Hector has killed good Patroclus and many other friends. May such anger, which upsets the wisest, no longer affect the deathless gods and mortal men!” (145). All of these great qualities Achilles possesses both start two different behavior cycles that start at different times in the epic poem.
“As is the generation of leaves, so is that of humanity. The wind scatters the leaves on the ground, but the live timber burgeons with leaves again in the season of spring returning. So one generation of men will grow while another dies” (6.146-50)
Both the Odyssey and the Aeneid describe the journeys of the two Greek heroes –Odysseus and Aeneas, as they struggle towards their goal through the crises and deadly situations caused by the wrath of the gods upon them. In the Odyssey, we see that Poseidon (god of the sea/earth shaker) has a grudge against Odysseus while Athena, god of wisdom, aids him throughout his journey. Similarly in the Aeneid, we see that goddess Juno dislikes Aeneas as he is destined to destroy the city of Carthage loved by Juno during his mission to find a new land- Rome, whereas Aeneas’ mother Venus aids him.
While the ending of The Aeneid might be seen to have multiple significances, I believe that Virgil ended the poem the way he did to make a statement about the use of power to achieve dominance and rulership: namely, that a lust for nothing but power will ultimately consume. The poem ends with Turnus and Aeneas facing each other one-on-one on the battlefield. However, it should be noted that there are fundamental differences between the philosophies of the two combatants which should first be grasped to fully understand the significance of Aeneas’s actions in ending the war. Before the battle between Aeneas and Turnus begins, the reader gets a glimpse of Turnus’s philosophy regarding the stakes of the battle. “Either I’ll send, with my hand, this deserter of Asia, this Dardan, / Down to the Pit of the Damned—and the Latins can sit down and watch while / My lone sword is refuting the charge of dishonor we all share; / Or you [Latinus] must share my defeat. And Lavinia must go as this man’s wife.” (12.14-17) Turnus believes that in war, there is no possible outcome but for one leader and his entire army to be wiped out in the other side’s pursuit of honor and glory. Aeneas’s views on the battle are displayed earlier in the poem, when he journeys down into the underworld and is instructed in Trojan battle philosophy by his deceased father Anchises. “You, who are Roman, recall how to govern mankind with your power. / That will be your special ‘Arts’: the enforcement of peace as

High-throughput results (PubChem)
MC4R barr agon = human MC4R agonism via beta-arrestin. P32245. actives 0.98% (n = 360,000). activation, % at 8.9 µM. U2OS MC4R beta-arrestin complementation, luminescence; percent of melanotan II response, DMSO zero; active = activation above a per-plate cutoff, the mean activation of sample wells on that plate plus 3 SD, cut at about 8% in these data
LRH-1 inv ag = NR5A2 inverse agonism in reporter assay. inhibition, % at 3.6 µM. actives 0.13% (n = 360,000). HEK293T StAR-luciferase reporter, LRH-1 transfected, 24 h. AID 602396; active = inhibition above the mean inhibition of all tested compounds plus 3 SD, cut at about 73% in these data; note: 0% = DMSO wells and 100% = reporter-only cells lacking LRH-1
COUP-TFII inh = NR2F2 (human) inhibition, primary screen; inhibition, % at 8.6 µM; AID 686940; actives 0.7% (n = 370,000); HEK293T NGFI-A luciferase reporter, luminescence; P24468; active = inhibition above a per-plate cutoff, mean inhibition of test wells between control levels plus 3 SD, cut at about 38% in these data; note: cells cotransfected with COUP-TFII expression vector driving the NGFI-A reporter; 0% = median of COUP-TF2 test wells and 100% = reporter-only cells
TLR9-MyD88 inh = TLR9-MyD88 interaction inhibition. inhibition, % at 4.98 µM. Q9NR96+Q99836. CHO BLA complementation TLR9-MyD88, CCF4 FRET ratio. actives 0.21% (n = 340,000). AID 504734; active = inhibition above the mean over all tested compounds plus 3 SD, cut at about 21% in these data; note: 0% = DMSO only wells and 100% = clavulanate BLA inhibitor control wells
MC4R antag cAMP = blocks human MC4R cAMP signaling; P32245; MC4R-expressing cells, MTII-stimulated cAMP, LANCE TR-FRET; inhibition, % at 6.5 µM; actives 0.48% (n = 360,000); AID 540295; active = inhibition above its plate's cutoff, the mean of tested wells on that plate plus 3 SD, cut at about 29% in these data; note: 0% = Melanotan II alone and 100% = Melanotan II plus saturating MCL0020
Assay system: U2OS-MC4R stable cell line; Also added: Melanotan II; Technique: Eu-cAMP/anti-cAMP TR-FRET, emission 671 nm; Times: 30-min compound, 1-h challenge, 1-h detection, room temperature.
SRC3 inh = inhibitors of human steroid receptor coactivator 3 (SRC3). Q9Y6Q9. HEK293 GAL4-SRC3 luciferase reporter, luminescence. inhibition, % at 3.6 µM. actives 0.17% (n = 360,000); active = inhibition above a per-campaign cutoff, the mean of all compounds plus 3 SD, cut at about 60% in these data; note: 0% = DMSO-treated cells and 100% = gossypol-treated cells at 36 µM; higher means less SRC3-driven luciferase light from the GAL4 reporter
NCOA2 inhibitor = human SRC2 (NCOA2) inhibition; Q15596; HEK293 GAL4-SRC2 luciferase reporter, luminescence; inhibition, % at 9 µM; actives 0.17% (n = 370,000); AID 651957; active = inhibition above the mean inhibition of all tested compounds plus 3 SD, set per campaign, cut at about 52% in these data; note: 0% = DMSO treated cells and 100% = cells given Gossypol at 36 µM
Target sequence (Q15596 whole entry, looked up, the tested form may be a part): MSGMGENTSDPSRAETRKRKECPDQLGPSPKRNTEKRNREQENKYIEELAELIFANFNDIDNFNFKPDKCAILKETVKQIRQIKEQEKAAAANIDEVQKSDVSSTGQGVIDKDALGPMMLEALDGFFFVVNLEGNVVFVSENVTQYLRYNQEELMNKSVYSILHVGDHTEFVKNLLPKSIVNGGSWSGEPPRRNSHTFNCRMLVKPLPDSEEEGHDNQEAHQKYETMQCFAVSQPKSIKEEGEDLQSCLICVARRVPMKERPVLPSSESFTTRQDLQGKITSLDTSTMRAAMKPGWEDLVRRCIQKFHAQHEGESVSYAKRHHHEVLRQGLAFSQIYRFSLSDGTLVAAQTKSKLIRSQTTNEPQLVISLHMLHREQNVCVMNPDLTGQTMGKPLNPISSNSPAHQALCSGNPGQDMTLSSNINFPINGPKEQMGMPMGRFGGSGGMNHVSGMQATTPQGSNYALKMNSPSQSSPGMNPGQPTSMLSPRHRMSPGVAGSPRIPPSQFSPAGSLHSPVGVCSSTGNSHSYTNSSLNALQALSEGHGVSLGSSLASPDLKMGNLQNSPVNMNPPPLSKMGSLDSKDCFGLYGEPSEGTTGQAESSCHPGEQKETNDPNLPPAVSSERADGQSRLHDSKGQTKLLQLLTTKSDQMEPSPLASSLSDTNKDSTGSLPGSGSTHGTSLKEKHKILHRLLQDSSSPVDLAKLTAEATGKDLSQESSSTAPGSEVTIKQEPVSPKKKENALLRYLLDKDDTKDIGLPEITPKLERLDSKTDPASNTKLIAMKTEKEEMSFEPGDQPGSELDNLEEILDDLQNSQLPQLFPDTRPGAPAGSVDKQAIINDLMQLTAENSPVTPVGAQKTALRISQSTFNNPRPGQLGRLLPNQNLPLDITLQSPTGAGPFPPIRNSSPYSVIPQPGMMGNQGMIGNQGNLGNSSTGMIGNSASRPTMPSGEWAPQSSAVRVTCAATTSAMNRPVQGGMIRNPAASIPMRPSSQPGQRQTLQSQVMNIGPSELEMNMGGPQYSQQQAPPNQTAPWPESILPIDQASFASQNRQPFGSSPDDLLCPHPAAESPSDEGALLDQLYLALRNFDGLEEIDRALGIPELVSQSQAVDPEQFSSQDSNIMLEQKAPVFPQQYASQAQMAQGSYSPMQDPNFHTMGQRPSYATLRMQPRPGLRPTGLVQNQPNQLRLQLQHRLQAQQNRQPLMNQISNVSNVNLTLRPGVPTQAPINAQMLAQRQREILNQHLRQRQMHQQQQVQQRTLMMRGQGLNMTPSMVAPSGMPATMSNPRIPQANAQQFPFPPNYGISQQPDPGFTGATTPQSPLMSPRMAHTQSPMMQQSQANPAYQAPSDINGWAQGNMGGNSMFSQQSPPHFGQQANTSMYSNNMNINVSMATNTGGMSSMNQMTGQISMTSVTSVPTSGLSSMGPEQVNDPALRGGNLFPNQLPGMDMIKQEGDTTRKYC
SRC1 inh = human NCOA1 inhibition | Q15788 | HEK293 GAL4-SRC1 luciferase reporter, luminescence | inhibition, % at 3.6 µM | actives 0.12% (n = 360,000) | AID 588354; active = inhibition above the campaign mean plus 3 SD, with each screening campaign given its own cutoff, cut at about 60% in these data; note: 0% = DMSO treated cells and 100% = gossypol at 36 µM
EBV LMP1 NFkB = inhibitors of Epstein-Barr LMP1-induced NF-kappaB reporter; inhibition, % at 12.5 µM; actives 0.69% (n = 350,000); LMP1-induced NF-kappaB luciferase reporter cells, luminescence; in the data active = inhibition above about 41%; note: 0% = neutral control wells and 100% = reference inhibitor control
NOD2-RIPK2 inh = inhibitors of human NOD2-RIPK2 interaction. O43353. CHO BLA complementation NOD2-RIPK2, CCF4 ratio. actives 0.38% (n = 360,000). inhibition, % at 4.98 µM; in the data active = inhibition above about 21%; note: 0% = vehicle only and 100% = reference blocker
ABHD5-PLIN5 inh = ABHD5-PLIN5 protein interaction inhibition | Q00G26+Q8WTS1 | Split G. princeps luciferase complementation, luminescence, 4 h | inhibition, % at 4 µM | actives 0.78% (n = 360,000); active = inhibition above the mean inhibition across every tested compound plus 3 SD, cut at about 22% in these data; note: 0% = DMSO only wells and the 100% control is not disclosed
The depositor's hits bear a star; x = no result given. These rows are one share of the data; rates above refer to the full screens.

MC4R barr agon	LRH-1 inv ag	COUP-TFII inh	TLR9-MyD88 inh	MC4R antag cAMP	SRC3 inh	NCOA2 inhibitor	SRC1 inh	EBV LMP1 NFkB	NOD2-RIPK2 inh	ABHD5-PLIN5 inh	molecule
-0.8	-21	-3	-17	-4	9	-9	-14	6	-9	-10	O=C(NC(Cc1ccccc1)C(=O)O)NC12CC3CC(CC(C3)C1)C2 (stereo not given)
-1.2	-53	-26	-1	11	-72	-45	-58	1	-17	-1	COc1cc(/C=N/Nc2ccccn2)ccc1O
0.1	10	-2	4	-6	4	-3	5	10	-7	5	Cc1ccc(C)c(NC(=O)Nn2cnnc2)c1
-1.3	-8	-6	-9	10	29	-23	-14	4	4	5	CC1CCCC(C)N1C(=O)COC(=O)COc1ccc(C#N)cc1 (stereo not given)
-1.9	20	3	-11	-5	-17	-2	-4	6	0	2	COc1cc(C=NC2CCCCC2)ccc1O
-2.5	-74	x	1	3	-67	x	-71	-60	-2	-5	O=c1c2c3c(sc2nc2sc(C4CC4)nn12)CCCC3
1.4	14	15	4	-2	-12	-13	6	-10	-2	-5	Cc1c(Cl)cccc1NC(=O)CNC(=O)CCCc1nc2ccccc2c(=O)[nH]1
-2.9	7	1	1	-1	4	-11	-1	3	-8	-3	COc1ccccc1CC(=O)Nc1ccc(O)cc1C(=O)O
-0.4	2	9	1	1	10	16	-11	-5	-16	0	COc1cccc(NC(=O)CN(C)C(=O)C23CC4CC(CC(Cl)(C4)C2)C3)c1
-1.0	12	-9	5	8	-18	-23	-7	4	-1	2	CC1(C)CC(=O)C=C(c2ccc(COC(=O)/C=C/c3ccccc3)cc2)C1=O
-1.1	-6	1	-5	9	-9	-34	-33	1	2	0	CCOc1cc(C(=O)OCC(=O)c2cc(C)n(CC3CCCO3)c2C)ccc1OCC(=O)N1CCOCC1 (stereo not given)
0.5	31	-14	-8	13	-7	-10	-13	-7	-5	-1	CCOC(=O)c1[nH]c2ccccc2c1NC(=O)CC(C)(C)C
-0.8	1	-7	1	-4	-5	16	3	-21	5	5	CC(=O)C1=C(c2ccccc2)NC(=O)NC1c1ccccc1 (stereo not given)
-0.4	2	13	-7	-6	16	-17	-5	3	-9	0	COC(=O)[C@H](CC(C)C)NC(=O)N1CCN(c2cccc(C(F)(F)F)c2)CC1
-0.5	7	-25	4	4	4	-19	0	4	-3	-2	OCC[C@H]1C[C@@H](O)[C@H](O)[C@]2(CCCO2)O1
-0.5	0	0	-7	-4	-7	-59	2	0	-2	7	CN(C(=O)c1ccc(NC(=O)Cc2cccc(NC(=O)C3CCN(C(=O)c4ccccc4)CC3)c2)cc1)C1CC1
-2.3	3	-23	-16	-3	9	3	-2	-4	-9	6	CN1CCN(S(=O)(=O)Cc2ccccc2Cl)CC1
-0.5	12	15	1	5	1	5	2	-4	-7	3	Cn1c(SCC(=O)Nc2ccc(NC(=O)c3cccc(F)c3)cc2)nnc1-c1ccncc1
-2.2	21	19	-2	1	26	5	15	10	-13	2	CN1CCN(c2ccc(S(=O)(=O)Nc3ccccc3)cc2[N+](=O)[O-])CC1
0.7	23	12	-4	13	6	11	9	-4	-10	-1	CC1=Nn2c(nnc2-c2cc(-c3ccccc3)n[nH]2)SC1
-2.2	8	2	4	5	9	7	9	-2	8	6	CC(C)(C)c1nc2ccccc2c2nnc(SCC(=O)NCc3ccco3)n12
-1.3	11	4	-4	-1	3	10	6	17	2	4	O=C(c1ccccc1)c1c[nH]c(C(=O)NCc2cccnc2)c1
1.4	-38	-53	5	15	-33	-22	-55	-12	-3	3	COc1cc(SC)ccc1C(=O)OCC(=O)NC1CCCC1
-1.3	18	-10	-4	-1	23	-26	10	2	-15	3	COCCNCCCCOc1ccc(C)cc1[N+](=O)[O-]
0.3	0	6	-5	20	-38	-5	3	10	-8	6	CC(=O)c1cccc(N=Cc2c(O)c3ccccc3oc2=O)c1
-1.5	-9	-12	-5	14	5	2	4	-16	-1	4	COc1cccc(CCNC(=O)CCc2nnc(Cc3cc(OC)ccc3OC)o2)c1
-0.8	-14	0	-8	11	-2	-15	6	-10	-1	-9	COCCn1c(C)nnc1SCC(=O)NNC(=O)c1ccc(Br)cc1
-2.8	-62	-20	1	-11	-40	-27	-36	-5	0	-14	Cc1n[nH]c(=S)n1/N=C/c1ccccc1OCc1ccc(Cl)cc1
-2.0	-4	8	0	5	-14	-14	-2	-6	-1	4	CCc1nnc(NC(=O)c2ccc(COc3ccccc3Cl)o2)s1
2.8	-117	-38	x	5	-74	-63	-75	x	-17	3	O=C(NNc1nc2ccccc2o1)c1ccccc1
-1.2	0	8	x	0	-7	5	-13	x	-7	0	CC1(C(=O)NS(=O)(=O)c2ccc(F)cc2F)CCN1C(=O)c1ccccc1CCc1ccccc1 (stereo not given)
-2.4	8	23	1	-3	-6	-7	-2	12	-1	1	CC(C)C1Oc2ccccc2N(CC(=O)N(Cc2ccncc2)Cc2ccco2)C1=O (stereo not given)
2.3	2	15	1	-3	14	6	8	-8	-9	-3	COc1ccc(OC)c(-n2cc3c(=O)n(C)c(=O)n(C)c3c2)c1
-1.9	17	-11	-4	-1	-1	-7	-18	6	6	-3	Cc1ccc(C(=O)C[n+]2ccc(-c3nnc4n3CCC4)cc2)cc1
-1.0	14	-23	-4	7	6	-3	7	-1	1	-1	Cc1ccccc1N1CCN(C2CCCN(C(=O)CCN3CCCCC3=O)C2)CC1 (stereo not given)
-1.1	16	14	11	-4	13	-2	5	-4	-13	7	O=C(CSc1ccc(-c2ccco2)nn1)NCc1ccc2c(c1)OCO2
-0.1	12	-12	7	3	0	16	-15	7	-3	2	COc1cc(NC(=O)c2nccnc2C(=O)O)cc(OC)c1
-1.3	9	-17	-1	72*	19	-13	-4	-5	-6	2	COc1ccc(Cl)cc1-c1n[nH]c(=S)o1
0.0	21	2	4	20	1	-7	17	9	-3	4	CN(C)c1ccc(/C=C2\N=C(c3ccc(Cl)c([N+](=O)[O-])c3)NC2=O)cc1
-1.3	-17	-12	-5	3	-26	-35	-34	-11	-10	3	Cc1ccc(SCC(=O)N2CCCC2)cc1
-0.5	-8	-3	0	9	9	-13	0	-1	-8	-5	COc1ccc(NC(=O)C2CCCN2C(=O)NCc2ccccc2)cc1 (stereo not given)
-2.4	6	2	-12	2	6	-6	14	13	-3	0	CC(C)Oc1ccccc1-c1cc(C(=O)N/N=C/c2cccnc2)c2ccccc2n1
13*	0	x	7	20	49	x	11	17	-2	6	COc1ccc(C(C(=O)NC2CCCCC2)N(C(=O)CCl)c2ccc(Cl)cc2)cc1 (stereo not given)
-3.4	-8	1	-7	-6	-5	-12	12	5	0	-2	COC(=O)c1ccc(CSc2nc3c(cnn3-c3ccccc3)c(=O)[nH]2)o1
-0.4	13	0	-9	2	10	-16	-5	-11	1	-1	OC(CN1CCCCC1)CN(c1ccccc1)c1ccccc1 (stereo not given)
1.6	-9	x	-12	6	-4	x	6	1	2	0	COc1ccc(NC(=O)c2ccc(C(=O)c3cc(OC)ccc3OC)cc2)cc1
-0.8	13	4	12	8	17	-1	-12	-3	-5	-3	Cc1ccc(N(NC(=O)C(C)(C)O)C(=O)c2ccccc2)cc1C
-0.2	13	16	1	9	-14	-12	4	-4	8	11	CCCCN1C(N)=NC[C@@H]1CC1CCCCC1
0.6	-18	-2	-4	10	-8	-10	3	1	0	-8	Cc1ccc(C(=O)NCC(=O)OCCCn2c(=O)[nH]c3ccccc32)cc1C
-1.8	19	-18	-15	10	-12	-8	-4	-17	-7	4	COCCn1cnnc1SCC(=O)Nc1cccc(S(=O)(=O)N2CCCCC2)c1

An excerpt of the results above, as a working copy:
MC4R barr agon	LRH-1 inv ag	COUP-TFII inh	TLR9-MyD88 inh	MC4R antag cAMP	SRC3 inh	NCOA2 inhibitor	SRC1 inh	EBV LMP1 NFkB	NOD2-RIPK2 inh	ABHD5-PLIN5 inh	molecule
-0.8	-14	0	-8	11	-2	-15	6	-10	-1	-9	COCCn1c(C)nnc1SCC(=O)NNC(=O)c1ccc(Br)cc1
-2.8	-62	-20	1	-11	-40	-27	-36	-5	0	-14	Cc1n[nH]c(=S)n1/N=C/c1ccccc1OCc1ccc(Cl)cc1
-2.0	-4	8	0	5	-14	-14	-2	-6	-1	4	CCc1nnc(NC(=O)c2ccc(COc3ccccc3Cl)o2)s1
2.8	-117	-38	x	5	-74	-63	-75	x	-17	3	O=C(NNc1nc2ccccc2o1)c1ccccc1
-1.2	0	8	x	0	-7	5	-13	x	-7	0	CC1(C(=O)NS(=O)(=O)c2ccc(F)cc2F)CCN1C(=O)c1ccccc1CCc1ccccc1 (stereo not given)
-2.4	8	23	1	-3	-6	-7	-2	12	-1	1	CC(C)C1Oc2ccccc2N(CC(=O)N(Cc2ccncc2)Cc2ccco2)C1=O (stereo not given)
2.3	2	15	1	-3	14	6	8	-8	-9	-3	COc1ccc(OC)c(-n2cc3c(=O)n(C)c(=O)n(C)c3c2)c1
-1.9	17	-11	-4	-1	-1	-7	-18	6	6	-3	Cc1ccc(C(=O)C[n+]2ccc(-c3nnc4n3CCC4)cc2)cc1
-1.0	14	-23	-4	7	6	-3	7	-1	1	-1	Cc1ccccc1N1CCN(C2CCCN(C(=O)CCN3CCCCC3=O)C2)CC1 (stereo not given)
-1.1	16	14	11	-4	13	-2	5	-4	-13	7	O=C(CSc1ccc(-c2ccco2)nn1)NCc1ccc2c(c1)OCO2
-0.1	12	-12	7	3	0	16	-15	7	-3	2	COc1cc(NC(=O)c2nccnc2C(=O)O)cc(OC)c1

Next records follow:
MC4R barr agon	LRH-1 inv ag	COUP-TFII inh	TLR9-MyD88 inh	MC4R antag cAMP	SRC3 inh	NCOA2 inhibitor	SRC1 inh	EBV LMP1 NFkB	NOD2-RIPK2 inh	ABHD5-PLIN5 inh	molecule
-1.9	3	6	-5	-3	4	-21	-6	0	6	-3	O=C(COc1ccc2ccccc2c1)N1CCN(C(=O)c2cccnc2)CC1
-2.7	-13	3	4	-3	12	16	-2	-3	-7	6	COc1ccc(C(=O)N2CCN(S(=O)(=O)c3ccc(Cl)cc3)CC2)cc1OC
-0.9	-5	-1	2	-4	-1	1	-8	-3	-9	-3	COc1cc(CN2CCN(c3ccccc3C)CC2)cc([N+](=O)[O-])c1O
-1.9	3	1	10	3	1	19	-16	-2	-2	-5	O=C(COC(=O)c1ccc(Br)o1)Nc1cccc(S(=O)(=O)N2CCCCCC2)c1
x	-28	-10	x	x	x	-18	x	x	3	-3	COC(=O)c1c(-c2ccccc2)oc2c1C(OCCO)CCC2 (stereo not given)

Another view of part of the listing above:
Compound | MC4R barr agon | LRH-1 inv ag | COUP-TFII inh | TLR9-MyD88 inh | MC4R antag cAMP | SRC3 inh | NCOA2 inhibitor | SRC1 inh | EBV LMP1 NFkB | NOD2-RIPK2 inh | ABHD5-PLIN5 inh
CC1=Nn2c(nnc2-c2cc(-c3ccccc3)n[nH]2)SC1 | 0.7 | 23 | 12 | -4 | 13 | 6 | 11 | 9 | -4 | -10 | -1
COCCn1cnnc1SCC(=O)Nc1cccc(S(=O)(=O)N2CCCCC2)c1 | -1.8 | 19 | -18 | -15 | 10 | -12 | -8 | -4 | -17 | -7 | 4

In book 22, Hector becomes an instrument of fate and is shown no mercy by Achilles. Hector was consistently tricked by Apollo into fighting the battle even though there was no hope of winning. At the end of the book, as Achilles is bounding towards the city of Troy with Hector standing out front. Despite all of the encouragement to come back inside the city walls, Hector remains outfront and faces his death. Ultimately his pride gets the best of him and he would rather stay out and accept his fate of death, then to come inside and receive shame for leading his people into a losing battle in the first place. Hector chooses to leave his city to fend for itself without its greatest warrior to save himself from shame. The parallel between Hector and Achilles leads to a greater understanding of the theme of freedom vs. fate. Hector gives into his pride and accepts the “fate that awaits us all” and Achilles is motivated by freedom and seeks the revenge of his friend ultimately escaping death. Homer makes an excellent statement of this connection between the two men when he writes: “They ran by these springs, pursuer and pursued, a great man out front, a far greater behind” (book